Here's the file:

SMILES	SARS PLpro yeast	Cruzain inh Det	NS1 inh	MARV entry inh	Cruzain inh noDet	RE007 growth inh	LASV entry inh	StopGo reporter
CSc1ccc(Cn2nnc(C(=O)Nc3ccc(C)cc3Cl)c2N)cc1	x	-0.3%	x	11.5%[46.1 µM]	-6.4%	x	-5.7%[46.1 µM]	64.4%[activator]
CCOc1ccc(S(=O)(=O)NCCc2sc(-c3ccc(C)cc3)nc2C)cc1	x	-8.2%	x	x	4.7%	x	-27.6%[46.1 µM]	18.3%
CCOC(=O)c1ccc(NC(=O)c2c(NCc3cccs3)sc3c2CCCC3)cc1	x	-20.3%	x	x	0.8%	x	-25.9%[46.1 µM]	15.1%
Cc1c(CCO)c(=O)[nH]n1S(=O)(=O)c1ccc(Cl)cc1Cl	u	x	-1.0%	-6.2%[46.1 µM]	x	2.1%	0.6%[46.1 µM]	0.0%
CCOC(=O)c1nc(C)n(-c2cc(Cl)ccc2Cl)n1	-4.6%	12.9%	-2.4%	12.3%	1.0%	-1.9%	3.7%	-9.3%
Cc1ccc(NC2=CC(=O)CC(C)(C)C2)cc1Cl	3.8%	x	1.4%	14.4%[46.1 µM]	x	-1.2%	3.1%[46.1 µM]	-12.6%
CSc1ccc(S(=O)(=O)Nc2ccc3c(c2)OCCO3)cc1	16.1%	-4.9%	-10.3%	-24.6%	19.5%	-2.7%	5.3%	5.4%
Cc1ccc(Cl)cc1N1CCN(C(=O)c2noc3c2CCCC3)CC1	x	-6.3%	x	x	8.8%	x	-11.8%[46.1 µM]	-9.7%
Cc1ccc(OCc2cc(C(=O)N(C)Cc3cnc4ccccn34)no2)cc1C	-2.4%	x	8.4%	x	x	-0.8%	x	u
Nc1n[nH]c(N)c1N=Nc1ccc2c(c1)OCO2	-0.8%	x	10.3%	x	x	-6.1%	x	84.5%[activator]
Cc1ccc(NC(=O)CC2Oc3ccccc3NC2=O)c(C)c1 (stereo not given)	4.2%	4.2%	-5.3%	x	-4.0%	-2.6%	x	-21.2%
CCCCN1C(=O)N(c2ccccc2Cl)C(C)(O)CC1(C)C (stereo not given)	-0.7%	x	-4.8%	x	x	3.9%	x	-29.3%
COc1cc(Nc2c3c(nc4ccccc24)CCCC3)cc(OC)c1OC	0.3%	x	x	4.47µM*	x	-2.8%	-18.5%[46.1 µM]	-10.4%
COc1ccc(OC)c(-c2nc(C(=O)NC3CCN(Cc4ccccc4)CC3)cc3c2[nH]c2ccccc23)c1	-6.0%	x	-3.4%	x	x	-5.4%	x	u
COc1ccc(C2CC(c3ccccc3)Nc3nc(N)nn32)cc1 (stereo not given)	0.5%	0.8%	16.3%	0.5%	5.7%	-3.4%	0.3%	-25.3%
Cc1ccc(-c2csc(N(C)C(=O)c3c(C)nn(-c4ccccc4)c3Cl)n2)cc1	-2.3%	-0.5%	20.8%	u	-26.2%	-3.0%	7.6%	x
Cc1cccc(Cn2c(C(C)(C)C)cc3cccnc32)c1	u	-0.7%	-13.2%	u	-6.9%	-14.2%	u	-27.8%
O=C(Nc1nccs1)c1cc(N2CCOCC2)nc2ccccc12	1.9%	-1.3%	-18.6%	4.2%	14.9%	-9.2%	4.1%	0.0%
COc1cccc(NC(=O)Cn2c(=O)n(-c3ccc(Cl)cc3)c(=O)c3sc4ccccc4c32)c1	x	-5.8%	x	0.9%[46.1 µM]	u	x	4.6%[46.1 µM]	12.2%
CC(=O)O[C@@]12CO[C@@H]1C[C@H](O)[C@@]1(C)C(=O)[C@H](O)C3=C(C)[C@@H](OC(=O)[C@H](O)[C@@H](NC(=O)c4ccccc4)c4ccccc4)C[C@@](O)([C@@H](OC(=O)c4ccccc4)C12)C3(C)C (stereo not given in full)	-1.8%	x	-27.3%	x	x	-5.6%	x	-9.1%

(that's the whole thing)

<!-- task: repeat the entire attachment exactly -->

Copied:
SMILES	SARS PLpro yeast	Cruzain inh Det	NS1 inh	MARV entry inh	Cruzain inh noDet	RE007 growth inh	LASV entry inh	StopGo reporter
CSc1ccc(Cn2nnc(C(=O)Nc3ccc(C)cc3Cl)c2N)cc1	x	-0.3%	x	11.5%[46.1 µM]	-6.4%	x	-5.7%[46.1 µM]	64.4%[activator]
CCOc1ccc(S(=O)(=O)NCCc2sc(-c3ccc(C)cc3)nc2C)cc1	x	-8.2%	x	x	4.7%	x	-27.6%[46.1 µM]	18.3%
CCOC(=O)c1ccc(NC(=O)c2c(NCc3cccs3)sc3c2CCCC3)cc1	x	-20.3%	x	x	0.8%	x	-25.9%[46.1 µM]	15.1%
Cc1c(CCO)c(=O)[nH]n1S(=O)(=O)c1ccc(Cl)cc1Cl	u	x	-1.0%	-6.2%[46.1 µM]	x	2.1%	0.6%[46.1 µM]	0.0%
CCOC(=O)c1nc(C)n(-c2cc(Cl)ccc2Cl)n1	-4.6%	12.9%	-2.4%	12.3%	1.0%	-1.9%	3.7%	-9.3%
Cc1ccc(NC2=CC(=O)CC(C)(C)C2)cc1Cl	3.8%	x	1.4%	14.4%[46.1 µM]	x	-1.2%	3.1%[46.1 µM]	-12.6%
CSc1ccc(S(=O)(=O)Nc2ccc3c(c2)OCCO3)cc1	16.1%	-4.9%	-10.3%	-24.6%	19.5%	-2.7%	5.3%	5.4%
Cc1ccc(Cl)cc1N1CCN(C(=O)c2noc3c2CCCC3)CC1	x	-6.3%	x	x	8.8%	x	-11.8%[46.1 µM]	-9.7%
Cc1ccc(OCc2cc(C(=O)N(C)Cc3cnc4ccccn34)no2)cc1C	-2.4%	x	8.4%	x	x	-0.8%	x	u
Nc1n[nH]c(N)c1N=Nc1ccc2c(c1)OCO2	-0.8%	x	10.3%	x	x	-6.1%	x	84.5%[activator]
Cc1ccc(NC(=O)CC2Oc3ccccc3NC2=O)c(C)c1 (stereo not given)	4.2%	4.2%	-5.3%	x	-4.0%	-2.6%	x	-21.2%
CCCCN1C(=O)N(c2ccccc2Cl)C(C)(O)CC1(C)C (stereo not given)	-0.7%	x	-4.8%	x	x	3.9%	x	-29.3%
COc1cc(Nc2c3c(nc4ccccc24)CCCC3)cc(OC)c1OC	0.3%	x	x	4.47µM*	x	-2.8%	-18.5%[46.1 µM]	-10.4%
COc1ccc(OC)c(-c2nc(C(=O)NC3CCN(Cc4ccccc4)CC3)cc3c2[nH]c2ccccc23)c1	-6.0%	x	-3.4%	x	x	-5.4%	x	u
COc1ccc(C2CC(c3ccccc3)Nc3nc(N)nn32)cc1 (stereo not given)	0.5%	0.8%	16.3%	0.5%	5.7%	-3.4%	0.3%	-25.3%
Cc1ccc(-c2csc(N(C)C(=O)c3c(C)nn(-c4ccccc4)c3Cl)n2)cc1	-2.3%	-0.5%	20.8%	u	-26.2%	-3.0%	7.6%	x
Cc1cccc(Cn2c(C(C)(C)C)cc3cccnc32)c1	u	-0.7%	-13.2%	u	-6.9%	-14.2%	u	-27.8%
O=C(Nc1nccs1)c1cc(N2CCOCC2)nc2ccccc12	1.9%	-1.3%	-18.6%	4.2%	14.9%	-9.2%	4.1%	0.0%
COc1cccc(NC(=O)Cn2c(=O)n(-c3ccc(Cl)cc3)c(=O)c3sc4ccccc4c32)c1	x	-5.8%	x	0.9%[46.1 µM]	u	x	4.6%[46.1 µM]	12.2%
CC(=O)O[C@@]12CO[C@@H]1C[C@H](O)[C@@]1(C)C(=O)[C@H](O)C3=C(C)[C@@H](OC(=O)[C@H](O)[C@@H](NC(=O)c4ccccc4)c4ccccc4)C[C@@](O)([C@@H](OC(=O)c4ccccc4)C12)C3(C)C (stereo not given in full)	-1.8%	x	-27.3%	x	x	-5.6%	x	-9.1%